• Book Minimum Tax. An increase to the corporate tax rate also has been sidelined by Senator Sinema, but an alternative gaining momentum is a “Book Minimum Tax.” This tax would apply to a few hundred companies that report earnings over $1 billion and have a low effective tax rate when compared to their book earnings. These companies would be subject to a 15% tax on their book income, not their taxable income, which will lead to higher taxes for them.

Bipartisan Infrastructure Bill.

This bill is tied politically to the budget reconciliation bill, though they are two separate measures. The House will only pass the infrastructure bill (it has already passed the Senate) once Democrats in that chamber are unified behind the terms of the separate budget reconciliation bill. House Democratic leaders tried to pass the infrastructure bill last night. However, a group of House progressives signaled their opposition because they want to see more of the details of the budget reconciliation bill (beyond an outline) to ensure it contains provisions important to them. They are trying to use their leverage in the process to craft a final bill more to their liking, something that Senators Manchin and Sinema have been doing effectively as well. Final passage of the infrastructure bill will be a good sign that Democrats are in agreement on the budget reconciliation bill as well.

Other Issues

China Investment Restrictions.

A House Financial Services subcommittee this week held a hearing to consider a variety of issues relating to the risks to US investors from investing in Chinese companies. In response to a longstanding concern about US regulators’ access to the auditing papers of Chinese companies listed in the US, Congress passed legislation that became law late last year that directs the SEC to delist companies that fail to comply over a three-year period. SEC Chair Gary Gensler last month indicated that the SEC would announce which companies currently don’t comply and that those companies’ shares could be prohibited from US markets beginning in 2024. The Senate earlier this year passed a bill that could further compress the de-listing time period from three to two years. This proposal, which recently was endorsed by Chair Gensler, could pass the House before the end of the year. Taking a tougher stand with China is one of the few things that has strong bipartisan support in Congress.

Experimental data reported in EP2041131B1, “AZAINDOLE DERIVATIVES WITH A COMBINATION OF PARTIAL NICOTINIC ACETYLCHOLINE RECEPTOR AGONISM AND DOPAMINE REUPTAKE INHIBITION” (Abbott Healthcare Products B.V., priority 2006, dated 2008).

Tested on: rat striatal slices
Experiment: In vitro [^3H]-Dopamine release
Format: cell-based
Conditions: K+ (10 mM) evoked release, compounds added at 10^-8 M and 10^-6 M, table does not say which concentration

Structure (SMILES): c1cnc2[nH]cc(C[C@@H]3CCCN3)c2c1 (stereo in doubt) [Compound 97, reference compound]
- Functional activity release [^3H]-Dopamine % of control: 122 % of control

China, Act Two.

A Senate committee will soon vote on the nomination of Nicholas Burns to serve as US Ambassador to China. Burns is a longtime US diplomat and will have bipartisan support. His approval is important because it will likely accelerate the formation of a “China policy” within the Biden administration. The administration has been slow to articulate a broad policy on China and has been waiting for Burns’ arrival in his post plus an agreement or understanding with allies about ways to address various issues with China. The upshot of Burns’ approval will be to expect decisions soon on issues like the US-China trade agreement (phase 1), trade in technology, and various national security issues that have produced tension in the bilateral relationship. Burns has significant experience as a diplomat and may help lower the temperature surrounding the relationship.

The Last Word

Virginia’s Next Governor.

With election day just four days away, the Virginia gubernational race between former governor Terry McAuliffe (D) and former Carlyle Group CEO Glenn Younkin (R) is a dead heat with recent polling showing the race within the margin of error. Nearly 700,000 people have already voted in the early voting period. Beyond being important to the residents of the commonwealth, the race also is receiving significant national media attention as a referendum on the Biden presidency. A McAuliffe loss, or even a narrow victory, in a state that Biden won by ten points in 2020 will be viewed with alarm by Democrats. This high-profile contest also will be an important testing ground for both parties in trying out specific political messages ahead of the 2022 midterm elections. Both of Virginia’s candidates have run primarily on personal or social issues to date, and it remains to be seen if these are issues that will resonate with voters and therefore drive voter turnout. While not a crystal ball, the Virginia election and others around the country will send important signals of what trends may be emerging for next year’s midterm elections.